AAA-Columbus is the final step before the end of the road at the corner of Carnegie and Ontario, and Gallas knows the road is shorter than it appears.
“I feel like now, everything’s closer,” he said. “You just have to believe in yourself and realize that the big leagues aren’t as far away as you think they are. When you sit there in A-ball, you think it’s far away. In reality, A-ball players aren’t that far off. Everyone’s got the talent, it’s just in your head.”
Now that he’s one step closer to the top, Gallas has his sights set on the year to come. He says most of his goals are the same, but first, he needs to find a place to prove what he can do.
“I know it’s a dogfight every year coming out of spring training,” he said. “I just want to earn an everyday outfield position and I want to take this season to the next level. I want to have the type of season where I open some eyes and people start to say, ‘This guy’s for real.’”
The path to the show is even closer for Gallas, who is a Strongsville native. Playing for the hometown team is a dream for many, and Gallas doesn’t feel like it puts a spotlight on him.
“I feel like everyone’s proud of me at the point that I’m at and now, I’m doing it for myself and I want to see how far I can go,” he said. “Everyone’s supported me beyond anything that I can imagine to this point. Everyone’s excited for what I’m doing, everyone’s excited that I even got here, so I don’t think I can disappoint many people in this area.”
Gallas is spending the offseason at home, working in Westlake, and preparing for the upcoming season. He grew up a Cleveland fan, and feels that the team is headed in the right direction. He says the hiring of Terry Francona as the Indians’ new manager has a positive impact from top to bottom.
“He has two World Series rings, so you couldn’t ask for a better guy to step in and take charge of the team, and from what I’ve heard, he’s more involved in the minor league system," he said. "I think it’s good to be hands-on like that. Everything I’ve heard about him was good, so I think it was the right decision to make.”
There are plenty more decisions to be made by the Cleveland Indians’ front office this offseason. The 2012 season was tough for both the team and the fans, but for Gallas, everything is anchored by a tough mind.
“You’ve got to let positive thoughts come in and focus on those,” he said.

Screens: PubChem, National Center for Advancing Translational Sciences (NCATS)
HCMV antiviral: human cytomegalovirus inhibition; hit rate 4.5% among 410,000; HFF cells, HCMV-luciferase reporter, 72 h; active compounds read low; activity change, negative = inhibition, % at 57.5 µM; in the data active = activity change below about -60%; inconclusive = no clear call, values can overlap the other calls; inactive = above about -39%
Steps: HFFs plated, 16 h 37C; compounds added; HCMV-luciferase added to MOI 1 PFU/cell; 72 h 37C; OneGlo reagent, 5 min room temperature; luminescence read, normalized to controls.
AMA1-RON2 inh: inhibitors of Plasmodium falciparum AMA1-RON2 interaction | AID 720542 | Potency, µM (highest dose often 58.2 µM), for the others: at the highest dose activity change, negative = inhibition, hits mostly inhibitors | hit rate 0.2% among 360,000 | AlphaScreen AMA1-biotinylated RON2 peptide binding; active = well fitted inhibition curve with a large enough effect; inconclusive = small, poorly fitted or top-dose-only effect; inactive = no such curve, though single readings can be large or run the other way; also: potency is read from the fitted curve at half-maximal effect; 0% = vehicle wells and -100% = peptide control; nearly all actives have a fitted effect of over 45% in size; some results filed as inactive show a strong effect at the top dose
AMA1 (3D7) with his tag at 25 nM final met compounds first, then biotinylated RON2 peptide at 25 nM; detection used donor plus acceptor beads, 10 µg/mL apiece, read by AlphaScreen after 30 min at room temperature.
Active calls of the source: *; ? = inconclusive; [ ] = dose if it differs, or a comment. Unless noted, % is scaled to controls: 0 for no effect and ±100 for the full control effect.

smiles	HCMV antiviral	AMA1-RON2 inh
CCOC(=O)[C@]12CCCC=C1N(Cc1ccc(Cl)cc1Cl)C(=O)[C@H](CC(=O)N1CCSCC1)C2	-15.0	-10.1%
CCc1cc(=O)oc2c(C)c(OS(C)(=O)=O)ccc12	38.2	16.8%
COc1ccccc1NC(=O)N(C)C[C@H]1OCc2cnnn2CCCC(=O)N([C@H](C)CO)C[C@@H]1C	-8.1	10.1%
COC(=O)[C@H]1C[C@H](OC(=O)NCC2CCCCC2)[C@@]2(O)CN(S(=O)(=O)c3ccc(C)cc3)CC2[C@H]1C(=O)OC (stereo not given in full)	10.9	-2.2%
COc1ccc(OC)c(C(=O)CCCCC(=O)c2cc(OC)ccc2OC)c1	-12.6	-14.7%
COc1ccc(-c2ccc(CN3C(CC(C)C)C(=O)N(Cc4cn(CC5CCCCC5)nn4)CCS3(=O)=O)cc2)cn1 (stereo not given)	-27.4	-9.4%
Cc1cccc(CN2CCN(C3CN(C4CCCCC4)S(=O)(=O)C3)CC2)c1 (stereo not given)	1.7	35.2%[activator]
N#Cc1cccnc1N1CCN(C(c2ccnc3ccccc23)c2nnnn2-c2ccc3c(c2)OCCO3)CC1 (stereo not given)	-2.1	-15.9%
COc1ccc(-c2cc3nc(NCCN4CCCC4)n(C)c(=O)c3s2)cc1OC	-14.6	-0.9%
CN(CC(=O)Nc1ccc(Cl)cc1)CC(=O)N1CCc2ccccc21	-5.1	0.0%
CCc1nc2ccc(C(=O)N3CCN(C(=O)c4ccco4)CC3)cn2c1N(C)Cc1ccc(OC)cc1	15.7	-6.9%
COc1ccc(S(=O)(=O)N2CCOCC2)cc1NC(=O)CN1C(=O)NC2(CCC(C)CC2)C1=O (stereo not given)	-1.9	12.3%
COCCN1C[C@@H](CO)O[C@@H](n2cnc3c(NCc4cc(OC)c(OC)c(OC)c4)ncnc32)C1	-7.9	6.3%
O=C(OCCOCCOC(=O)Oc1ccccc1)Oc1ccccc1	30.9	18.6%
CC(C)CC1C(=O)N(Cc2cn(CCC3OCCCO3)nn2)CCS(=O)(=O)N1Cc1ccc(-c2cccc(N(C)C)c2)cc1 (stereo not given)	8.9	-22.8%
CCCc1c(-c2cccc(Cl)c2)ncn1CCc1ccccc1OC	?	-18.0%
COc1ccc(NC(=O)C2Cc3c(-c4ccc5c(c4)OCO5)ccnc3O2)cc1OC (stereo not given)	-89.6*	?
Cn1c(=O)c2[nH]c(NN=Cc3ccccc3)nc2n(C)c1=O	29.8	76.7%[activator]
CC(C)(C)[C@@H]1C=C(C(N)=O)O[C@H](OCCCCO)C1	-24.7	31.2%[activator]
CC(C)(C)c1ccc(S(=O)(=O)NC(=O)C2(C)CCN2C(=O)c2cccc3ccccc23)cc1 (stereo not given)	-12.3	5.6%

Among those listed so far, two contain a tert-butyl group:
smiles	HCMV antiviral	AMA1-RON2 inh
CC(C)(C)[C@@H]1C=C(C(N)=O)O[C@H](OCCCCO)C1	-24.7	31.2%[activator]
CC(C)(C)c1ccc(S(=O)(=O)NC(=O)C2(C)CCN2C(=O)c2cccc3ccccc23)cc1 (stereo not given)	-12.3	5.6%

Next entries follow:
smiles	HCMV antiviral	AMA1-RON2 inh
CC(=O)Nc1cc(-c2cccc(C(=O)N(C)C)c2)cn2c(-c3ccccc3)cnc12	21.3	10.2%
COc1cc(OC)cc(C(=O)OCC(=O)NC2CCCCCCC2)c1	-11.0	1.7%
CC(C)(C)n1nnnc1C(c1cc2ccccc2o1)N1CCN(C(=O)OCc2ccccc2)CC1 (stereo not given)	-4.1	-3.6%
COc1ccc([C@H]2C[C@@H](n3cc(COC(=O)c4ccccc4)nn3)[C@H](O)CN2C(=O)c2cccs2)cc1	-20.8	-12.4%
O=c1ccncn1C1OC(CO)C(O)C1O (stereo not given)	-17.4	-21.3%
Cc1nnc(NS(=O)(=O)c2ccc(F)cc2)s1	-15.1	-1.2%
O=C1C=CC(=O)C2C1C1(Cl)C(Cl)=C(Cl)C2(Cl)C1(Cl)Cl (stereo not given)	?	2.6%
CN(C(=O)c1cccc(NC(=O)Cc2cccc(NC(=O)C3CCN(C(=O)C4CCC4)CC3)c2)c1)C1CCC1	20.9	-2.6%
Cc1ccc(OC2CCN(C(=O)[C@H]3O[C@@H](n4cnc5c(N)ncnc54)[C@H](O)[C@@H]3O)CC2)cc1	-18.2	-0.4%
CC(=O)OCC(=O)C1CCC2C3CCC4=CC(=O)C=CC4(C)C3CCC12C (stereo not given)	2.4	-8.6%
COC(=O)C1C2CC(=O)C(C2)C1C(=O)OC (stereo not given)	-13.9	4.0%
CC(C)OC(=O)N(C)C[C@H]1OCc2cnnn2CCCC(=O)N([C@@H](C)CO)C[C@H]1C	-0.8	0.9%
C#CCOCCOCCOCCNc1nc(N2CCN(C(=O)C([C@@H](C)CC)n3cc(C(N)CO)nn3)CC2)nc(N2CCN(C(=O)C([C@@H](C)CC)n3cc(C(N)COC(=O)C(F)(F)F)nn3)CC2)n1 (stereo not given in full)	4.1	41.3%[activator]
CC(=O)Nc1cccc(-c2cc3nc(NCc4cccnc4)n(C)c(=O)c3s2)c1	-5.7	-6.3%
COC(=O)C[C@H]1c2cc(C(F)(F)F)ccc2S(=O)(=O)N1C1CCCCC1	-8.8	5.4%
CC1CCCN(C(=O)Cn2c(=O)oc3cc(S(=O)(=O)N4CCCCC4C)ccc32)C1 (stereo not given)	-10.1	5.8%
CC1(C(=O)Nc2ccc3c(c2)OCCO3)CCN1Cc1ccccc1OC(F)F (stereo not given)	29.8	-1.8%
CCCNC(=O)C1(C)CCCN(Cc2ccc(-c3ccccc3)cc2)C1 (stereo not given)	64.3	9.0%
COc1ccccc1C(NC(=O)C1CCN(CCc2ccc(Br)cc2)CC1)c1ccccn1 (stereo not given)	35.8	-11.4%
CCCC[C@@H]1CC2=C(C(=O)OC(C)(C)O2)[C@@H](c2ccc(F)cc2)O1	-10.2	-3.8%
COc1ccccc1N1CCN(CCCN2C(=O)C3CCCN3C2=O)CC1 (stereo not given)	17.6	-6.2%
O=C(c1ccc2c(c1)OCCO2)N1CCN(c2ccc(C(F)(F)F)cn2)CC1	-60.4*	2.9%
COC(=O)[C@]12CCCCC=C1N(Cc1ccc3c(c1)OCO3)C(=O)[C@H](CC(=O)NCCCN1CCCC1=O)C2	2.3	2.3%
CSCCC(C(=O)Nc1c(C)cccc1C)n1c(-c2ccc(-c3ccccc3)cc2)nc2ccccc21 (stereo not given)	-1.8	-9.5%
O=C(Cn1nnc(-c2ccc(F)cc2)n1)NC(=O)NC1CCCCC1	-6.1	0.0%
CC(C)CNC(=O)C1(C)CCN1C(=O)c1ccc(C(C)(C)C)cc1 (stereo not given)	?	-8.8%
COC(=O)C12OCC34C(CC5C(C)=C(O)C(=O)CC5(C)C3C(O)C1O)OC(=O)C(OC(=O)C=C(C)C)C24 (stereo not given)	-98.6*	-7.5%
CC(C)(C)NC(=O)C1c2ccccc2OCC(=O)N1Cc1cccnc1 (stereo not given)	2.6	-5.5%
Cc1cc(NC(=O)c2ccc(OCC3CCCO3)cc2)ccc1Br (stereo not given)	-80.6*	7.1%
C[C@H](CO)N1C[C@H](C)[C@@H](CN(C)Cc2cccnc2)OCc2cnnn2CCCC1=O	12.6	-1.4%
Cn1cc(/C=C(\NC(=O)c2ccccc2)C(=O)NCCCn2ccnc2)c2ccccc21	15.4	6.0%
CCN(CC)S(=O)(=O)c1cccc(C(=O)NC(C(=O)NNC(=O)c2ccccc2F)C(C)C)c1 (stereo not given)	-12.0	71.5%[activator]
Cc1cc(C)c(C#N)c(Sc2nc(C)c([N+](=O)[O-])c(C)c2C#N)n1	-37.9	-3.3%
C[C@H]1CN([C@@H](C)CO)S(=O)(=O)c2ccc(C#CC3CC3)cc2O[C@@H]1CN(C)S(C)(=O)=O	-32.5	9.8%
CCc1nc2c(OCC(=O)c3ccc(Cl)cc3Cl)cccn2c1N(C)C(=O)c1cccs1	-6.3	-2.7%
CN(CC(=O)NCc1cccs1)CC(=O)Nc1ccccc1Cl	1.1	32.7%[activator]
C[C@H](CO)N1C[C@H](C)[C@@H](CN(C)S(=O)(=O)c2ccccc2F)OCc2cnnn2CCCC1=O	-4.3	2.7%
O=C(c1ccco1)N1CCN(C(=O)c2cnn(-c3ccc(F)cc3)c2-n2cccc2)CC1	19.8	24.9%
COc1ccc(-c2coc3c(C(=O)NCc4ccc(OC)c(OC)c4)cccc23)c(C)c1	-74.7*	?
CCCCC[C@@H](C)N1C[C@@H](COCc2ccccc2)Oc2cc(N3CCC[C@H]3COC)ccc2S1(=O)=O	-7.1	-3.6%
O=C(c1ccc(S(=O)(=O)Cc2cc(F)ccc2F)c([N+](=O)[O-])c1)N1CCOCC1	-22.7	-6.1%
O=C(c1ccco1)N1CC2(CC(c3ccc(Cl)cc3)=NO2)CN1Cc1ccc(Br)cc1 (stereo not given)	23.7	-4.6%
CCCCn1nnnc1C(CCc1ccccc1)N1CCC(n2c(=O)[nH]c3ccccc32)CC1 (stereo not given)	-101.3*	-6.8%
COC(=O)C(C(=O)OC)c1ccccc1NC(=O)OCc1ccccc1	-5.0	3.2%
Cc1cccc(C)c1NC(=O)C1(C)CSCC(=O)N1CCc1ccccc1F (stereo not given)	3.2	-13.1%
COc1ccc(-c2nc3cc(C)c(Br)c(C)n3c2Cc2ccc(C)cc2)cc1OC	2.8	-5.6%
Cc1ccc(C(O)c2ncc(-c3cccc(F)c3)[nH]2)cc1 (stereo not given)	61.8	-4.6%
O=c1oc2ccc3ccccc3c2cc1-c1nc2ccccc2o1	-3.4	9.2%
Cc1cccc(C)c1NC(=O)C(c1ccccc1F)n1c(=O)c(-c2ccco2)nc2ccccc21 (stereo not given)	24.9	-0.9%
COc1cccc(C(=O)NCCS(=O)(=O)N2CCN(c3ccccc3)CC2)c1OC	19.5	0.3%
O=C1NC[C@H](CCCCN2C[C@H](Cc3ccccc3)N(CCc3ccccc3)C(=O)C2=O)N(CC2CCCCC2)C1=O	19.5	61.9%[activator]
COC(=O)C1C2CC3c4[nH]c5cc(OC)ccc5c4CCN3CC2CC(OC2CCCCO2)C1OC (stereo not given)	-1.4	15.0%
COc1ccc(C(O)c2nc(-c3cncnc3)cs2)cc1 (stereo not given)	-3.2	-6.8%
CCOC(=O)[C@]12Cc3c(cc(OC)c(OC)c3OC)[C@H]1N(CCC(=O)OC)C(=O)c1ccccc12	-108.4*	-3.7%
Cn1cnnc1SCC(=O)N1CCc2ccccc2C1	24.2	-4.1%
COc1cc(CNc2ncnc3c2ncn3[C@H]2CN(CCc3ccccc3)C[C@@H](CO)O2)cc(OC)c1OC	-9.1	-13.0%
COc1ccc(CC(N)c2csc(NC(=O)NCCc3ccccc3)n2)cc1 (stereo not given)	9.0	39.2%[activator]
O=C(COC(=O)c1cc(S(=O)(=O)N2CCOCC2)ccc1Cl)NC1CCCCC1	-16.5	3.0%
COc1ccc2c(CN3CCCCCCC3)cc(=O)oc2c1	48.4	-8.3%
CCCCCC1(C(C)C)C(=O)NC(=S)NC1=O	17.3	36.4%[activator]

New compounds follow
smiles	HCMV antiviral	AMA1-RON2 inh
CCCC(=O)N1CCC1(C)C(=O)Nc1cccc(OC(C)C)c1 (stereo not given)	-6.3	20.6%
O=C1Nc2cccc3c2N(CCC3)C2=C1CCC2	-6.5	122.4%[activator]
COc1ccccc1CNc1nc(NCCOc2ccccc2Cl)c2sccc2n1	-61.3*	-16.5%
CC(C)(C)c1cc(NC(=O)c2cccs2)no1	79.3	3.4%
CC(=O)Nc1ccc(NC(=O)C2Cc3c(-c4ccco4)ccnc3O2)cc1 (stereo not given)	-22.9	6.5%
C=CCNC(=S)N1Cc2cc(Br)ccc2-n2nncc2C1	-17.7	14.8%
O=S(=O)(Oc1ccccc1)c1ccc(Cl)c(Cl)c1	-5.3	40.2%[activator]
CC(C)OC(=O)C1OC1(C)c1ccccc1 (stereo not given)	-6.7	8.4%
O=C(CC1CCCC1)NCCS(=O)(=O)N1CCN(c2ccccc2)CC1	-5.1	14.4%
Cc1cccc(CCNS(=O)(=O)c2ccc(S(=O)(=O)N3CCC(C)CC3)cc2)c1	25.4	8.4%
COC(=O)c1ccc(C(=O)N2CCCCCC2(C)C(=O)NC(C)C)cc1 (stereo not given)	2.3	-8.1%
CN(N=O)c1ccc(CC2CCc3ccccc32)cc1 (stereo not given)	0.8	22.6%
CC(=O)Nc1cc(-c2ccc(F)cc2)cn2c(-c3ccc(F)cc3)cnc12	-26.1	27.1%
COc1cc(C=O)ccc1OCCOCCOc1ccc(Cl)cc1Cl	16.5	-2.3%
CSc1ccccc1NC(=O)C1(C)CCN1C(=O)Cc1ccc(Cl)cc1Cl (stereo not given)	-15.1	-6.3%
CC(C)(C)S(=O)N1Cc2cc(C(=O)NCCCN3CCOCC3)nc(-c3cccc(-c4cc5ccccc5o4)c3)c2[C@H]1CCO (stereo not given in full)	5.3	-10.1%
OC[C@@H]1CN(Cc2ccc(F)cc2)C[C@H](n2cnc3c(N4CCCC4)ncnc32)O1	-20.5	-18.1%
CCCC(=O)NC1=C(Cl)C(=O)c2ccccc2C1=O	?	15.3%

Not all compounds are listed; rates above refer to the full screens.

The great Yogi Berra knew that baseball’s mental game is the toughest part. Anthony Gallas has mastered the tough part and now, he’s ready to show his own greatness at Progressive Field.
Sorry, but given how awful the Tribe is, and a weak farm means their scouts are also awful, and from my knowledge of them, they are really awful.
But so are the other Clubs eyes and ears.
Everyone knew Shaw had MLB pedigree.
Everyone knew Klafczynski had a 70 plus arm as a RF as a ABCA 1st team outfielder in 2007, and he, like a Gallas, stayed home and built a solid foundation for Kent State baseball, but Epstein fell asleep and "categorized" a player that may end up a solid player in MLB.
98mph, and the kid pitched in AVon Lake in INDY????????????
How screwed up is this?
Spend more money developing DR kids??????????
F, it all
While all this is happening, very good players are bypassed, or given short leashes and are either released, or held back in favor of the Bonus player.
Scouts are more wrong than they are right, and the system pro baseball works in is imperfect. In this case, there is unfair bias with the MAC conference and how these players are perceived in the pro baseball community, as of good hitters from this conference are not as good from hitters in what folks call the POWER conferences. UNTRUE.
The Kent State baseball program, where Gallas is from has always been solid, and in the past 4-5 years culminating with a 2012 CWS appearance, many of those previous years also included other solid hitters like Rohan, Klafczynski, Shaw.
Rohan is AAA with the Cubs, Shaw is AA with the Red Sox, and Klafczynski, who along with Gallas hold some Kent State hitting records was given a whopping half season by the Cubs, released, and now is a pitcher in the Red Sox organization and pitches in the 93-96mph range and can hit 98mph never throwing one pitch at Kent State.
In a different system, a Gallas, and many other players would be not looked upon as inferior